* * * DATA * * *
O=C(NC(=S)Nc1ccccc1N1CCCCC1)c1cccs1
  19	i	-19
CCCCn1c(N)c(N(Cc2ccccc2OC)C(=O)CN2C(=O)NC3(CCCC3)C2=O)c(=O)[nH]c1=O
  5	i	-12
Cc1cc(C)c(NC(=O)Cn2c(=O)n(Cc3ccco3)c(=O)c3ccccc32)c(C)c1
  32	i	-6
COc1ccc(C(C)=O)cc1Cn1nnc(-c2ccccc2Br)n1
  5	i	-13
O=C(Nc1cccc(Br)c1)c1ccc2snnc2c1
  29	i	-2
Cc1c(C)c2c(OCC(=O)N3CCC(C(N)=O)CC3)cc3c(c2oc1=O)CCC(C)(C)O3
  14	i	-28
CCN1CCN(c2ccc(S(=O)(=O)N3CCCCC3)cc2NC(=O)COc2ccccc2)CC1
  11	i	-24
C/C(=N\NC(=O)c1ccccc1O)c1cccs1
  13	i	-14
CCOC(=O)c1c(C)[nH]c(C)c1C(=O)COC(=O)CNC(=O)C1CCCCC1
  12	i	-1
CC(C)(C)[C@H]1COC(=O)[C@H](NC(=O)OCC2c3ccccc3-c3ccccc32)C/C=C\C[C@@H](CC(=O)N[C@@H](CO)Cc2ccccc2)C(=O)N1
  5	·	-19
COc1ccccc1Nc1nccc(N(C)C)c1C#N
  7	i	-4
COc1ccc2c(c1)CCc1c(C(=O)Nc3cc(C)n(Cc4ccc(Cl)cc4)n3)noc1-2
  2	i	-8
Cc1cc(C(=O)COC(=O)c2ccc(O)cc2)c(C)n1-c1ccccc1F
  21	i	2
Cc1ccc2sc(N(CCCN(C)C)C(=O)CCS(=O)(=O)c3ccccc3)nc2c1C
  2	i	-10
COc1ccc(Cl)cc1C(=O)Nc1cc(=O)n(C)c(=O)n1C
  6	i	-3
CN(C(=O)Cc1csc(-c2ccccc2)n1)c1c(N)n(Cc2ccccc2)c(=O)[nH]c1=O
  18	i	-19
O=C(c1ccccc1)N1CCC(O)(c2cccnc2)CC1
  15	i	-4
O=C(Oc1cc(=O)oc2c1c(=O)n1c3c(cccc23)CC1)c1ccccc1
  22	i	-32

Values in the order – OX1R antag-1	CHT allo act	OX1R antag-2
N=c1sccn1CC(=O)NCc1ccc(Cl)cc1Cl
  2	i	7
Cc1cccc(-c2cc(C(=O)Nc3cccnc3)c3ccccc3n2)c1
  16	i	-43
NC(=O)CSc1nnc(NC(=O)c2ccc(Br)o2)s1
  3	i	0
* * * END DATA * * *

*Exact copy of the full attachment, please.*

O=C(NC(=S)Nc1ccccc1N1CCCCC1)c1cccs1
  19	i	-19
CCCCn1c(N)c(N(Cc2ccccc2OC)C(=O)CN2C(=O)NC3(CCCC3)C2=O)c(=O)[nH]c1=O
  5	i	-12
Cc1cc(C)c(NC(=O)Cn2c(=O)n(Cc3ccco3)c(=O)c3ccccc32)c(C)c1
  32	i	-6
COc1ccc(C(C)=O)cc1Cn1nnc(-c2ccccc2Br)n1
  5	i	-13
O=C(Nc1cccc(Br)c1)c1ccc2snnc2c1
  29	i	-2
Cc1c(C)c2c(OCC(=O)N3CCC(C(N)=O)CC3)cc3c(c2oc1=O)CCC(C)(C)O3
  14	i	-28
CCN1CCN(c2ccc(S(=O)(=O)N3CCCCC3)cc2NC(=O)COc2ccccc2)CC1
  11	i	-24
C/C(=N\NC(=O)c1ccccc1O)c1cccs1
  13	i	-14
CCOC(=O)c1c(C)[nH]c(C)c1C(=O)COC(=O)CNC(=O)C1CCCCC1
  12	i	-1
CC(C)(C)[C@H]1COC(=O)[C@H](NC(=O)OCC2c3ccccc3-c3ccccc32)C/C=C\C[C@@H](CC(=O)N[C@@H](CO)Cc2ccccc2)C(=O)N1
  5	·	-19
COc1ccccc1Nc1nccc(N(C)C)c1C#N
  7	i	-4
COc1ccc2c(c1)CCc1c(C(=O)Nc3cc(C)n(Cc4ccc(Cl)cc4)n3)noc1-2
  2	i	-8
Cc1cc(C(=O)COC(=O)c2ccc(O)cc2)c(C)n1-c1ccccc1F
  21	i	2
Cc1ccc2sc(N(CCCN(C)C)C(=O)CCS(=O)(=O)c3ccccc3)nc2c1C
  2	i	-10
COc1ccc(Cl)cc1C(=O)Nc1cc(=O)n(C)c(=O)n1C
  6	i	-3
CN(C(=O)Cc1csc(-c2ccccc2)n1)c1c(N)n(Cc2ccccc2)c(=O)[nH]c1=O
  18	i	-19
O=C(c1ccccc1)N1CCC(O)(c2cccnc2)CC1
  15	i	-4
O=C(Oc1cc(=O)oc2c1c(=O)n1c3c(cccc23)CC1)c1ccccc1
  22	i	-32

Values in the order – OX1R antag-1	CHT allo act	OX1R antag-2
N=c1sccn1CC(=O)NCc1ccc(Cl)cc1Cl
  2	i	7
Cc1cccc(-c2cc(C(=O)Nc3cccnc3)c3ccccc3n2)c1
  16	i	-43
NC(=O)CSc1nnc(NC(=O)c2ccc(Br)o2)s1
  3	i	0